Verse > Anthologies > T. H. Ward, ed. > The English Poets > Vol. I. Chaucer to Donne
Thomas Humphry Ward, ed.  The English Poets.  1880–1918.
Vol. I. Early Poetry: Chaucer to Donne
From A Handefull of Pleasant Delites: A Proper Sonnet: ‘I smile to see how you devise’ (Anonymous)
Elizabethan Miscellanies

(To any pleasant Tune)

I SMILE to see how you devise
  New masking nets my eyes to blear;
Yourself you cannot so disguise,
  But as you are you must appear.
Your privy winks at board I see,        5
  And how you set your roving mind;
Yourself you cannot hide from me,
  Although I wink, I am not blind.
The secret sighs and feigned cheer
  That oft doth pain thy careful breast,        10
To me right plainly doth appear;
  I see in whom thy heart doth rest.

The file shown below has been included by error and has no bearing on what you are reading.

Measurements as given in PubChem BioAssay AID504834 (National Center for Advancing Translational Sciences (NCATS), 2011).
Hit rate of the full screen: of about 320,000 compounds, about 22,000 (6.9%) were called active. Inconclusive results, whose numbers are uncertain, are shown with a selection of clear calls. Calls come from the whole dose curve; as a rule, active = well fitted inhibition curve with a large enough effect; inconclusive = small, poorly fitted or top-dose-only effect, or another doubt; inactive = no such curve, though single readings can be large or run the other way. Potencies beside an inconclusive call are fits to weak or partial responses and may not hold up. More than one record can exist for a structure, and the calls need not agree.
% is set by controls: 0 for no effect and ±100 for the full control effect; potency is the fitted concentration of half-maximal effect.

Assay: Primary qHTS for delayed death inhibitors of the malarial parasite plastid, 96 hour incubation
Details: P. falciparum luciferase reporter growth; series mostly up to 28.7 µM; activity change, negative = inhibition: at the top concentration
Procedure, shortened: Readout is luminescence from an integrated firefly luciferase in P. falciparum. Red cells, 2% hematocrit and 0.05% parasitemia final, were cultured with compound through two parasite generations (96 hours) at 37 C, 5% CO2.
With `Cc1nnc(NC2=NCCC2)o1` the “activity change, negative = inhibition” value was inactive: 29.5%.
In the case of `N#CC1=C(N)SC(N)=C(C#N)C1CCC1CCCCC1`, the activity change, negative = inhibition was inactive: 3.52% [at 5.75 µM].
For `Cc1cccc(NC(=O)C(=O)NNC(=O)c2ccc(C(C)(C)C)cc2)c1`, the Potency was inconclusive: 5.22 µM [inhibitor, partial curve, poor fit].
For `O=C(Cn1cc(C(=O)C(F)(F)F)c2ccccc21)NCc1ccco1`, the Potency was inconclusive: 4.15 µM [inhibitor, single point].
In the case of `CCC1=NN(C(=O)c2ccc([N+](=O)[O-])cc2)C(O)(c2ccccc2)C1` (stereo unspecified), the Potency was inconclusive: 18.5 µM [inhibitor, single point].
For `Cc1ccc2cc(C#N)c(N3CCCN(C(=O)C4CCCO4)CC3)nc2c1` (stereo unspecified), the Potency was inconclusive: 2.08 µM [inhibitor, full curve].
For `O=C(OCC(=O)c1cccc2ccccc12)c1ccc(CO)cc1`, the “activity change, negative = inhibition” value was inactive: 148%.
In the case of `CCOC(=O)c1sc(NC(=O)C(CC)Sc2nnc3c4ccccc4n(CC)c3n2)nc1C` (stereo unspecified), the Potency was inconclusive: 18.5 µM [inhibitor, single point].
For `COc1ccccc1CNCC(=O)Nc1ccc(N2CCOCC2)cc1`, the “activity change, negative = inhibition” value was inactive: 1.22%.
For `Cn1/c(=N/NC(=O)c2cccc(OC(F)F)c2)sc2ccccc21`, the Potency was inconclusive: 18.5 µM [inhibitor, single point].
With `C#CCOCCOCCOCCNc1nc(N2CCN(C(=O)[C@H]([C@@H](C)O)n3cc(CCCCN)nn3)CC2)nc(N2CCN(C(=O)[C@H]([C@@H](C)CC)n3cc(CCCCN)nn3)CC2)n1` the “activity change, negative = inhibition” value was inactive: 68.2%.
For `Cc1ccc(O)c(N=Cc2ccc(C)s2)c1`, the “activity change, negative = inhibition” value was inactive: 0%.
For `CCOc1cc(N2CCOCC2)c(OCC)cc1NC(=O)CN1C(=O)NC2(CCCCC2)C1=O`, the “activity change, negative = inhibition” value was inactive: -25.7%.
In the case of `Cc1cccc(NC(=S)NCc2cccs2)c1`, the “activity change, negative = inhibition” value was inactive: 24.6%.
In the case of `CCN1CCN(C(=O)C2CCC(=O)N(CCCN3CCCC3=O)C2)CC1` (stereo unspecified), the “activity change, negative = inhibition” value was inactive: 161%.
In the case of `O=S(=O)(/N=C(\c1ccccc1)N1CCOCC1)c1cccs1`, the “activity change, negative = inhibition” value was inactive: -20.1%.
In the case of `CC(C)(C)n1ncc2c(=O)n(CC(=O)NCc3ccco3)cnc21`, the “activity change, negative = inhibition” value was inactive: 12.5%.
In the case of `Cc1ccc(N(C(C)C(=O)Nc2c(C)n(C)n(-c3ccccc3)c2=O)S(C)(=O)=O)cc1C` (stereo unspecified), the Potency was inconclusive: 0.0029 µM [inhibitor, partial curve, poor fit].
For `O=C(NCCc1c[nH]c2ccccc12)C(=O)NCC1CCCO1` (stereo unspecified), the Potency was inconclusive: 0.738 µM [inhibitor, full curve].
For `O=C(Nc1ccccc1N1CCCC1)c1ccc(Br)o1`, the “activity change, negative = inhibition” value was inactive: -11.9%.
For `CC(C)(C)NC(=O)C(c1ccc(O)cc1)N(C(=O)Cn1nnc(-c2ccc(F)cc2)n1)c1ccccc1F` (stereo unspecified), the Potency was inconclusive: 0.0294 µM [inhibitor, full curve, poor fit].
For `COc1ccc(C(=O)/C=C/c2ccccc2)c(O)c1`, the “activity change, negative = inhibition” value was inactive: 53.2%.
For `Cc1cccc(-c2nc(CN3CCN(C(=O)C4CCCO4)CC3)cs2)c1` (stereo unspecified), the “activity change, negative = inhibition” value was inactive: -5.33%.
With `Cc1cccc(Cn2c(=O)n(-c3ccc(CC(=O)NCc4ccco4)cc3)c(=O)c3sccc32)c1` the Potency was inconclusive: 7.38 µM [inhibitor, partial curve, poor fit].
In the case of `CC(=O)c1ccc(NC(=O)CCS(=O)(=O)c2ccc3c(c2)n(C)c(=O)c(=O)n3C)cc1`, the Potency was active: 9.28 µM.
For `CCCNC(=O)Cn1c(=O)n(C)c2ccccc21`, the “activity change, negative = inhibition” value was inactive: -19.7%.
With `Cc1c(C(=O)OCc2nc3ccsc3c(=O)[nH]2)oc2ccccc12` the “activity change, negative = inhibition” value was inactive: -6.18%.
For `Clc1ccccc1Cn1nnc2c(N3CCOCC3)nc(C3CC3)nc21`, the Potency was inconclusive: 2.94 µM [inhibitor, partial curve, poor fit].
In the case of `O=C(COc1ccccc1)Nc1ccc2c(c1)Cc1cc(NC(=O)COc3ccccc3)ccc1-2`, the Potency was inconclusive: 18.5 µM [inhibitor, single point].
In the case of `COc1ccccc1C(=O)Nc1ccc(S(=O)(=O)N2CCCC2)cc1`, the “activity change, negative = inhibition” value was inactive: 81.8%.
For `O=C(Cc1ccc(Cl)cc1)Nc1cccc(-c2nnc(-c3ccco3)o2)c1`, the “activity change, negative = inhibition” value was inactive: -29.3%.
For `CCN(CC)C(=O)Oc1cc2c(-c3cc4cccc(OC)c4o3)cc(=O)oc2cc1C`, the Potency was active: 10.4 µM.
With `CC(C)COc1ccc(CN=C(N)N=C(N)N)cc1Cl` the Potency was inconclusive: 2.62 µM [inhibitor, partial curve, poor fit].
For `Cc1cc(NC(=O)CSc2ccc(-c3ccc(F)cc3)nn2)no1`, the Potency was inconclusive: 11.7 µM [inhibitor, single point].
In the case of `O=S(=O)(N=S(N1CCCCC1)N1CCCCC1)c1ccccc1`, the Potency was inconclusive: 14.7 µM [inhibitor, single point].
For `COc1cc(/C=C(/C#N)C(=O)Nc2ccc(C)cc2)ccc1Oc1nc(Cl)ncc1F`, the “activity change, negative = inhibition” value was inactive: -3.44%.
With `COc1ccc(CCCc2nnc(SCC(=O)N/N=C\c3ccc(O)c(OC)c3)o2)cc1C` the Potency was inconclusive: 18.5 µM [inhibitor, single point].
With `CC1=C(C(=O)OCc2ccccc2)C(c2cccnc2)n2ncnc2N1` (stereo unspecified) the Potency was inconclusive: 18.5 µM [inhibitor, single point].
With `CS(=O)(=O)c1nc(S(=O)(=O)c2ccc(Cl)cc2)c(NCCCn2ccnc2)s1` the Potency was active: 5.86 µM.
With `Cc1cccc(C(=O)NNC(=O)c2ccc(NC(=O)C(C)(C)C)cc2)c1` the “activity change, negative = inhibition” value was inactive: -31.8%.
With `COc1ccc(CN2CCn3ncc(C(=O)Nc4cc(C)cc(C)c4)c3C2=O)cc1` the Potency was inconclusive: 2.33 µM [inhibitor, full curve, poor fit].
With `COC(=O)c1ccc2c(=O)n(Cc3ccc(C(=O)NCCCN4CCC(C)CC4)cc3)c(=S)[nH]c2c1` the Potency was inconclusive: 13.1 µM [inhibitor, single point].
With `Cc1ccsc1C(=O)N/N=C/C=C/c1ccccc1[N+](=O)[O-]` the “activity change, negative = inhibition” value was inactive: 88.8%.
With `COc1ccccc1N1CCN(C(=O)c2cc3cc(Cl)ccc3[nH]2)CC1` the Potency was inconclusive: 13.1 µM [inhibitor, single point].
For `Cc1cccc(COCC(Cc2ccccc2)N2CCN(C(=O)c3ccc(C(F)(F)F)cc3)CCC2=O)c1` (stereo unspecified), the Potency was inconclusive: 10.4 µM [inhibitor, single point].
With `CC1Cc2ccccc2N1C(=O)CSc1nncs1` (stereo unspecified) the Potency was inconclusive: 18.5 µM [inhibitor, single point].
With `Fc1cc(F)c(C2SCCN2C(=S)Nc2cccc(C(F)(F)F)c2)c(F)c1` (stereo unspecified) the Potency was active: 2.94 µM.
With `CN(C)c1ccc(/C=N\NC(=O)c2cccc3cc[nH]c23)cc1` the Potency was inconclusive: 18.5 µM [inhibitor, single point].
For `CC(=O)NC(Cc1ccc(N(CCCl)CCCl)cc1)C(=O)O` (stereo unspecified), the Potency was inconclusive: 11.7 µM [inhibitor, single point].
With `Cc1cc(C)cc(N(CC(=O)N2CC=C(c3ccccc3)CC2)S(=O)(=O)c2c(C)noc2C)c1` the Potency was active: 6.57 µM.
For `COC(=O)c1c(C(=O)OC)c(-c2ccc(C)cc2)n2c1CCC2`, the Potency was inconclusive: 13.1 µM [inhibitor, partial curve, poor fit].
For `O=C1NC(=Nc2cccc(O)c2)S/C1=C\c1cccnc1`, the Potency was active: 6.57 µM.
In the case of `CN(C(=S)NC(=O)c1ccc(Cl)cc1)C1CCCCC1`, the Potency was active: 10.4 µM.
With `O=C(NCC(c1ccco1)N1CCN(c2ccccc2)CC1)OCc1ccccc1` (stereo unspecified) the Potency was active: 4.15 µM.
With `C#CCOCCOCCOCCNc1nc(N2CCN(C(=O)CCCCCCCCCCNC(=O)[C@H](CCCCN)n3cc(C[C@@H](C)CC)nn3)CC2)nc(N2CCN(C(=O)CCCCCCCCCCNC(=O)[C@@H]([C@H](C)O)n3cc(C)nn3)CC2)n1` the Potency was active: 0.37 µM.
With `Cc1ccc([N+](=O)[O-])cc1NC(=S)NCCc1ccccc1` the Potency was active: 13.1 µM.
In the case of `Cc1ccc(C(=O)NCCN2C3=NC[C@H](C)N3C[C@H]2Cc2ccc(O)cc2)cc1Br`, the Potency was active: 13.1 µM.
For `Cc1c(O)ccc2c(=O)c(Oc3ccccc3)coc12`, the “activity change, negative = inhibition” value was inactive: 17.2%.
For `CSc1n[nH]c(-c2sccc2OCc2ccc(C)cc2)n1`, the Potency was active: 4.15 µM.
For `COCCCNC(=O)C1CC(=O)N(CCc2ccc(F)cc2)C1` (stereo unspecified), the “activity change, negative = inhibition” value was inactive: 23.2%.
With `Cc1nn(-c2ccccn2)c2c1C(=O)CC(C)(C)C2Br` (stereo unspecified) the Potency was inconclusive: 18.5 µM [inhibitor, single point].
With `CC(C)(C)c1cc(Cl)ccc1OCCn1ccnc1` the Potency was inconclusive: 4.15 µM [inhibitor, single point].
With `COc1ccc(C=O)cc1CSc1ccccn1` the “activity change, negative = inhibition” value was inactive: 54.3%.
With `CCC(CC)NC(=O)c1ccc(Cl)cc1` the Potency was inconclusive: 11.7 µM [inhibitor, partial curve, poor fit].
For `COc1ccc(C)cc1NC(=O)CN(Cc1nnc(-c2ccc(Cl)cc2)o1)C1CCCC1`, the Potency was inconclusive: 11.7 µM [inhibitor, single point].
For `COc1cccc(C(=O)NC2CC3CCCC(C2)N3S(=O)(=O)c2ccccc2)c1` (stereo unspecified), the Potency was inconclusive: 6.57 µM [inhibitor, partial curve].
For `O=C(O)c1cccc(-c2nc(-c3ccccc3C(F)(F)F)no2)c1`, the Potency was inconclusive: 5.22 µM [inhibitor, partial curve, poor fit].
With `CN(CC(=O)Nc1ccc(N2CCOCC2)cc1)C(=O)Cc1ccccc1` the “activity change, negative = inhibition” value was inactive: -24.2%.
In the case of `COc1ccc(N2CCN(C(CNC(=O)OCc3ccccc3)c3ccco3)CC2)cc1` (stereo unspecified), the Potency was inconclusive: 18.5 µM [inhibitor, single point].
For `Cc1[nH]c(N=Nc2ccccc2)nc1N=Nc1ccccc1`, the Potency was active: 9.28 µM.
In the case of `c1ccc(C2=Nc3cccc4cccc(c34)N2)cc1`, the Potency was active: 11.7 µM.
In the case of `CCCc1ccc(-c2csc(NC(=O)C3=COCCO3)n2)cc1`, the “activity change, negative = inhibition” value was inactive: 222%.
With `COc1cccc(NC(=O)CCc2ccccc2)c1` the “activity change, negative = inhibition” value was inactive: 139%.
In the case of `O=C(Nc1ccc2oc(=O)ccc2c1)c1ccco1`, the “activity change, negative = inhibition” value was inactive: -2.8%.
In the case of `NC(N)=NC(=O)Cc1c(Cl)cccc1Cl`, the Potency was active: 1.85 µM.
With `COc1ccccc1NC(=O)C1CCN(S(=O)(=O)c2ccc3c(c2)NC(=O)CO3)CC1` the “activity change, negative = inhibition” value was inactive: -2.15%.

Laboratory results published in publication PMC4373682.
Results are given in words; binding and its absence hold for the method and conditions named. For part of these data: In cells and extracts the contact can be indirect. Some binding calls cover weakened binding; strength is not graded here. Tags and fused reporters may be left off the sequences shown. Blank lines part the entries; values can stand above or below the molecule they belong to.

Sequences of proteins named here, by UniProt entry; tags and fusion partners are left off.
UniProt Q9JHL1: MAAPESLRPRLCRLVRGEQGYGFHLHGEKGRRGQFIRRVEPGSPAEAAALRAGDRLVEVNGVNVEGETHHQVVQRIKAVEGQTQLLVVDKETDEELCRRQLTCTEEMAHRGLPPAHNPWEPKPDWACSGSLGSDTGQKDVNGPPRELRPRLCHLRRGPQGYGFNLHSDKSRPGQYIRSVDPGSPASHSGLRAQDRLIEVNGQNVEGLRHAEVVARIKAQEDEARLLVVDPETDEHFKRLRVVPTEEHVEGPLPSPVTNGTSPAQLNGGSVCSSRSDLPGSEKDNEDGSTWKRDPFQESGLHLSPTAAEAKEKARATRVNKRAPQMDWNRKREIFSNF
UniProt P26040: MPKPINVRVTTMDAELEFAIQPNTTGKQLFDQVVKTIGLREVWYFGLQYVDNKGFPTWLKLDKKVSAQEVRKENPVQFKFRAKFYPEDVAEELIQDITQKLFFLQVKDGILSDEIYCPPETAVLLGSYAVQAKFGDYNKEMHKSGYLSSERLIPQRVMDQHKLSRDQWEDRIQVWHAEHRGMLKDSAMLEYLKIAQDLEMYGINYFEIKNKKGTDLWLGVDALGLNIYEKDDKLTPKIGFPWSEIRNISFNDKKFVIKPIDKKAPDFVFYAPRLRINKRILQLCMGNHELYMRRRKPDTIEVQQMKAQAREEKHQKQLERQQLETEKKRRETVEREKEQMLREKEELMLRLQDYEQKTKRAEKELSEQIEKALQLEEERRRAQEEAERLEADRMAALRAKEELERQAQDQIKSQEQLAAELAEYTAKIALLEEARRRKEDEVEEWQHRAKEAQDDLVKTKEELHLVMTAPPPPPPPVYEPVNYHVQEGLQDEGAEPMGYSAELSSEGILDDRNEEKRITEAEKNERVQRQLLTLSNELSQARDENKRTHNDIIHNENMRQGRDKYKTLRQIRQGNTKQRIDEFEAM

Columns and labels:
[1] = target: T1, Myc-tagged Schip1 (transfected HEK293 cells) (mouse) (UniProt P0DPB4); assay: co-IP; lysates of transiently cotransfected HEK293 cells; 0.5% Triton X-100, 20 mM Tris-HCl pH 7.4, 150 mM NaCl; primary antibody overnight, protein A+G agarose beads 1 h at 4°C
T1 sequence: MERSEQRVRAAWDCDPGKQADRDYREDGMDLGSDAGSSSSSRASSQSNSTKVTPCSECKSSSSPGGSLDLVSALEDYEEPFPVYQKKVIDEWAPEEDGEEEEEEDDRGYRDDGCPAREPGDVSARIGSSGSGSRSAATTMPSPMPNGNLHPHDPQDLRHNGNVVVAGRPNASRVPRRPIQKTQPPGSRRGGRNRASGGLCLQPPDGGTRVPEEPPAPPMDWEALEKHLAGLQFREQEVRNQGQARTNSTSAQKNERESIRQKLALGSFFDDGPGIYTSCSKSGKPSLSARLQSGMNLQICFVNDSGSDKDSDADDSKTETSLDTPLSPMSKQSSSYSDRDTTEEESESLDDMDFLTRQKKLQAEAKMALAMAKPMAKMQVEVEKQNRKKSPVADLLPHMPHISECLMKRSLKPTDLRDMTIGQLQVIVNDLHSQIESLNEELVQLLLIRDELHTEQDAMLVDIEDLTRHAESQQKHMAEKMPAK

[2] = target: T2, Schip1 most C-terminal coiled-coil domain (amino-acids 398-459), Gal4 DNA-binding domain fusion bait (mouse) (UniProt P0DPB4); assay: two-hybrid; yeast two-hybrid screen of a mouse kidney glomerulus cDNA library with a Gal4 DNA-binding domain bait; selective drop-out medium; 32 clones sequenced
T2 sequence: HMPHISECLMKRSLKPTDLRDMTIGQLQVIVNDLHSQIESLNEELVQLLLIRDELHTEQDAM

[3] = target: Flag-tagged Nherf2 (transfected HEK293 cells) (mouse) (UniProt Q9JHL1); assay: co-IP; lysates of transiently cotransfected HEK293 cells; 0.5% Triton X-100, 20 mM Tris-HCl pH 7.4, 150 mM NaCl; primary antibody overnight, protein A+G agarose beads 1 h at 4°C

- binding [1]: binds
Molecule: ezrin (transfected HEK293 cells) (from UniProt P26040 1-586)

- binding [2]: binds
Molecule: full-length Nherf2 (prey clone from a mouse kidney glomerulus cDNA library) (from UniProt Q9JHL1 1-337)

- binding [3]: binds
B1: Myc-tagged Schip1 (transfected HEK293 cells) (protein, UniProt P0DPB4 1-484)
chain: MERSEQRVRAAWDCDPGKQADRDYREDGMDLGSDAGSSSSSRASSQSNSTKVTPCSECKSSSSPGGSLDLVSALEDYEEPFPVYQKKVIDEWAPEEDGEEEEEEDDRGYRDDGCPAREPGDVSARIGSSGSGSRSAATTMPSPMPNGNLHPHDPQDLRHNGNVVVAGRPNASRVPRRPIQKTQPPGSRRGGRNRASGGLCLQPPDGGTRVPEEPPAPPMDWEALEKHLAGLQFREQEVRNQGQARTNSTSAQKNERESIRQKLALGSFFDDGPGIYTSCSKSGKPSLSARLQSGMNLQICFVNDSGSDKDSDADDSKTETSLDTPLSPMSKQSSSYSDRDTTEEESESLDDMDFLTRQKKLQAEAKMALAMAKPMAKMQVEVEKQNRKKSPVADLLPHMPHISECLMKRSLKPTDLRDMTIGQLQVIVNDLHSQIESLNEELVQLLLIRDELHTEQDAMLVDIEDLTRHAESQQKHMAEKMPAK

And though thou mak’st a feigned vow
  That love no more thy heart should nip,
Yet think I know as well as thou        15
  The fickle helm doth guide the ship.
The salamander in the fire
  By course of wind doth bathe his limbs;
The floating fish tak’th his desire
  In running streams whereas he swims.        20
So thou in change dost take delight;
  Full well I know thy slippery kind;
In vain thou seem’st to dim my sight;
  Thy rolling eyes bewray thy mind.
I see him smile that doth possess        25
  Thy love, which once I honoured most;
If he be wise he may well guess
  Thy love, soon won, will soon be lost.
And sith thou can no more entice
  That he should still love thee alone,        30
Thy beauty now hath lost her price,
  I see thy savoury scent is gone.
Therefore leave off thy wonted play,
  But as thou art thou wilt appear;
Unless thou canst devise a way        35
  To dark the sun that shines so clear.
And keep thy friend, that thou hast won;
  In truth to him thy love supply;
Lest he at length, as I have done,
  Take off thy bells, and let thee fly!        40

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